Yesterday after getting the lettuce transplanted and my mache seeded, I noticed that the first Copra onions that I picked were dry. The others aren't far off, but they weren't quite ready yet. The clouds looked threatening, but I figured I could get them braided and inside before it let down.
I was wrong on two counts. It never really let down. It just dribbled. And I only got through two braids before I had to go in. Some people make really long braids, but I like short ones with about 10 onions. I think they look nicer and are easier to carry.
This morning I went out to finish the job. I got one more Copra braid, but I noticed the Ailsa Craig onions way in the back were ready enough. So I did those too. I've been eating these all through July so there weren't enough for even two braids. I just made one. And kept three onions for the kitchen. If you are interested in a braiding tutorial, I made one years ago.
I still have Copras out there drying. And I noticed that the ones on the far side of the rack weren't getting as dry as the ones closer to the left. So I moved all the onions still on the rack to the left side. The right side has a pallet in front of it and some morning glories growing up it. It really blocks the air flow. Next time I do this I'll have to remove the pallet for better drying.
I weighed the onions I braided and hung them in the basement for storage. Though I still have Copras to harvest, the final tally numbers are in for the Ailsa Craig onions. I thought they were a bit smaller than last year, but the numbers don't lie. I got about a pound more this year than last with the same number of plants. So I might have had a few huge ones last year, but they were more consistently large this year.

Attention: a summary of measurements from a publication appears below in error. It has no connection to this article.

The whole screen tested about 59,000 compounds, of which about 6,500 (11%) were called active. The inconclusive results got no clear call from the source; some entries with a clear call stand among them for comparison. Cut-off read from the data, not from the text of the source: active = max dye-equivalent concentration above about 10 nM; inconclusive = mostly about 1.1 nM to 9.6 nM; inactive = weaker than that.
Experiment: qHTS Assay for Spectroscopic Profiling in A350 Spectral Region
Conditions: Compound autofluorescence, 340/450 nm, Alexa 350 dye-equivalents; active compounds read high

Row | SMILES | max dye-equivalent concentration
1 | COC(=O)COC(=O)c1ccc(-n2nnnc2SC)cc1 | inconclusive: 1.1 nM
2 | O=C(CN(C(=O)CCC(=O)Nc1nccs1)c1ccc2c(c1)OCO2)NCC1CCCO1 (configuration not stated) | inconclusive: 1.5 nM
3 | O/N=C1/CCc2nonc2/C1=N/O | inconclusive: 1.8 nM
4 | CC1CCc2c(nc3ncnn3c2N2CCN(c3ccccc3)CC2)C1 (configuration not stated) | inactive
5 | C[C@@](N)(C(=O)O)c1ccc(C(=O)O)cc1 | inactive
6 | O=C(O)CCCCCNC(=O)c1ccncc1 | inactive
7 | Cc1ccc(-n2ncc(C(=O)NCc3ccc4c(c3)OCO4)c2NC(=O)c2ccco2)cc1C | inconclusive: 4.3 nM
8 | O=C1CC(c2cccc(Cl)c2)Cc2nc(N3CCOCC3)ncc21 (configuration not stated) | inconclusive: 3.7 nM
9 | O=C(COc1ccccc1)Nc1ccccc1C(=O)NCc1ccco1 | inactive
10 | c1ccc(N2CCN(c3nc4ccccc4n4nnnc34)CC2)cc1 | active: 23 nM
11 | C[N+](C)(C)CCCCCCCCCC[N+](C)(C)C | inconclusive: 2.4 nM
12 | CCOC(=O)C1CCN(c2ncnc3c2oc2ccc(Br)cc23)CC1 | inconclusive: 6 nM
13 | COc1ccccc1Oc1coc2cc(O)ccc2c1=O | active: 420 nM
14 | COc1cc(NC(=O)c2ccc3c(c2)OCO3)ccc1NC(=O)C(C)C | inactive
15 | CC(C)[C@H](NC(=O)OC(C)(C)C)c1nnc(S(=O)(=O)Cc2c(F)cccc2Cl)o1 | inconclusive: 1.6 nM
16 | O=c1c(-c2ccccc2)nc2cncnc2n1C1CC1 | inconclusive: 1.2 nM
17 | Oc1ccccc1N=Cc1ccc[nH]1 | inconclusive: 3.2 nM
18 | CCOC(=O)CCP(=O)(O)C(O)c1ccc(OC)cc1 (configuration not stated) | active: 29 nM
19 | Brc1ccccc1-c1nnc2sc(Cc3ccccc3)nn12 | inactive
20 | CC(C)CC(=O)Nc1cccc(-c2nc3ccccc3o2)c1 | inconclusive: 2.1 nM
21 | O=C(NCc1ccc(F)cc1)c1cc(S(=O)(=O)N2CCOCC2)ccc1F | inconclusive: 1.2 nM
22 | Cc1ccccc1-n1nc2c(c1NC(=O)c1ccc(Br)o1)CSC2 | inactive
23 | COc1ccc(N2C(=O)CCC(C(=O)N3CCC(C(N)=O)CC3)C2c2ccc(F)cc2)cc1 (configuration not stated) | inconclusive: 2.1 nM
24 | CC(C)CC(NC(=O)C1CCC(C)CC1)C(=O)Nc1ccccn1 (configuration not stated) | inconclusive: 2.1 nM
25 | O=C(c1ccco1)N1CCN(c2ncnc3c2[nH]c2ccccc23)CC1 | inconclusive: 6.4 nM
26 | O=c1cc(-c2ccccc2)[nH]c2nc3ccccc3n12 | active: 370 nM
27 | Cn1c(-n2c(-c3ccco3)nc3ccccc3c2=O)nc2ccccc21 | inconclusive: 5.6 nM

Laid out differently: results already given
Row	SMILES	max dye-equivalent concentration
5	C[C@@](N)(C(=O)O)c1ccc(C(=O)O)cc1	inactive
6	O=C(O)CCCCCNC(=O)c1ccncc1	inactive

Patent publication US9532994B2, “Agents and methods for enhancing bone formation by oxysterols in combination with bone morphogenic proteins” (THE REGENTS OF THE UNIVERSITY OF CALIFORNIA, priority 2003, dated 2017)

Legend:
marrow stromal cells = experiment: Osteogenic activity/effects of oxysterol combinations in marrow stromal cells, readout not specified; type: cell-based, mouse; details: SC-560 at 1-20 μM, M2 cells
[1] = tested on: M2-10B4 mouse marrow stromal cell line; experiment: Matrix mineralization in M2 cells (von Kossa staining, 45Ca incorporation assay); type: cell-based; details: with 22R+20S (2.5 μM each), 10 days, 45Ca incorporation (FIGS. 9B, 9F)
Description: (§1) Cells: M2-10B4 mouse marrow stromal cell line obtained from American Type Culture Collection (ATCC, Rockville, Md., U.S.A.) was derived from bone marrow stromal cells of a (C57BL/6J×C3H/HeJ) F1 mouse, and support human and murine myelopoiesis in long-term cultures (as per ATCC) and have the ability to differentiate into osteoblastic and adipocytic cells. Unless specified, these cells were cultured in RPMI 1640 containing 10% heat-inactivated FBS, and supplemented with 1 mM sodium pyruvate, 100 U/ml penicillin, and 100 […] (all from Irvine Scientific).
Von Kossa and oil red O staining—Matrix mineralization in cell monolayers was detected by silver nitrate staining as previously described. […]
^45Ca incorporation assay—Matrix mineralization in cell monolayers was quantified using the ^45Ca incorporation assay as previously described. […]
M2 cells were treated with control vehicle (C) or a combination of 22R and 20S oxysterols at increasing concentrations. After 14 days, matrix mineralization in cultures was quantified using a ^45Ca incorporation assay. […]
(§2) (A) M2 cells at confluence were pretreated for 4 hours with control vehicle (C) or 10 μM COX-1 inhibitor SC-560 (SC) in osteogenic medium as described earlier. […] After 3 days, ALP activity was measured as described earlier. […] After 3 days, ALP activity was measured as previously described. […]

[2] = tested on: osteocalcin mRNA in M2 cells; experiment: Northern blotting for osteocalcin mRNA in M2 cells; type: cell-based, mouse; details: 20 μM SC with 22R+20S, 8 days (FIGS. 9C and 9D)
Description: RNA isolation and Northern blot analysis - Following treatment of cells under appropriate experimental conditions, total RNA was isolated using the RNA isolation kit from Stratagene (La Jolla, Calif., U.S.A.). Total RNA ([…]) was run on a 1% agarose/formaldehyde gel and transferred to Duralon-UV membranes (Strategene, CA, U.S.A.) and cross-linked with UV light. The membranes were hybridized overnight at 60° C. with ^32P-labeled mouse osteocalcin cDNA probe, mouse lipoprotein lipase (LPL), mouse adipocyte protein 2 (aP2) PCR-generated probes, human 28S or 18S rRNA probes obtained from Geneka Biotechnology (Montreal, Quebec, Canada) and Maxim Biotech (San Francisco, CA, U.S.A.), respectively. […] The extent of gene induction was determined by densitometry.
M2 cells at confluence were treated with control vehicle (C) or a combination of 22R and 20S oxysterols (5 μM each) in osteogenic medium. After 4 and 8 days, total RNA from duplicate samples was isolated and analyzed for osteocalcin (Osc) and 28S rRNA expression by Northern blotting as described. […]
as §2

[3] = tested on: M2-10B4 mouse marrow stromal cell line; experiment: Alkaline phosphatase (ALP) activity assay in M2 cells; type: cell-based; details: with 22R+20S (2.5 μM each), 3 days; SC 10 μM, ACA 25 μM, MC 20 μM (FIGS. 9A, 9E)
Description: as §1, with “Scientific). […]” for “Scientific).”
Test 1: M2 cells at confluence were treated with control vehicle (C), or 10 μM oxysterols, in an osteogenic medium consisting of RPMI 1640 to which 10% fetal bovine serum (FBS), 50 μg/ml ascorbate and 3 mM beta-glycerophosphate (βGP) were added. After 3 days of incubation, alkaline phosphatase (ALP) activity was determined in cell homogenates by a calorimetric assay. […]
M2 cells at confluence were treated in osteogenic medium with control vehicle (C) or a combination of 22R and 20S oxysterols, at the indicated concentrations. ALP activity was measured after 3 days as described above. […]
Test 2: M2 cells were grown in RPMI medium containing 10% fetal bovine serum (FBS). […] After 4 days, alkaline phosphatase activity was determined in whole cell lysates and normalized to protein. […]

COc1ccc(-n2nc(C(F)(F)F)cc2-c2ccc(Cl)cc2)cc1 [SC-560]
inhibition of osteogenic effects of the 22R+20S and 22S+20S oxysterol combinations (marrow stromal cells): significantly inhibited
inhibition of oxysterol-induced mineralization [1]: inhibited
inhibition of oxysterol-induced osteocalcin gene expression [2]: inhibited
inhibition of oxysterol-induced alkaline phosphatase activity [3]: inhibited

I'm really thrilled this year is a good onion year. You just never know what is going to do well each year. The celery is pretty sad. I had to harvest three more bunches due to mosaic virus. I ought to just rip the rest out and freeze it. The new variety, Tango, is all pulled up now and the virus took it right down, but my old standby, Ventura is still trying to hold its own. And the beans are getting hit hard by rust. Today I stripped off about half of their leaves to keep the spread down. But it is only a matter of time before they all come down. I found that the Kentucky Wonder beans are really very susceptible to it, but the new bean I tried this year, Golden Gate, isn't hit nearly as hard. Plus it put out a lot of beans before the rust got into the patch as it is an early bean. I might have to grow this one instead of KW from now on. The asparagus beans seem not as badly affected too. Though it is starting to get into them also. So it is a bad beans and celery year, but a good onion and corn year. I think I'm happy with that.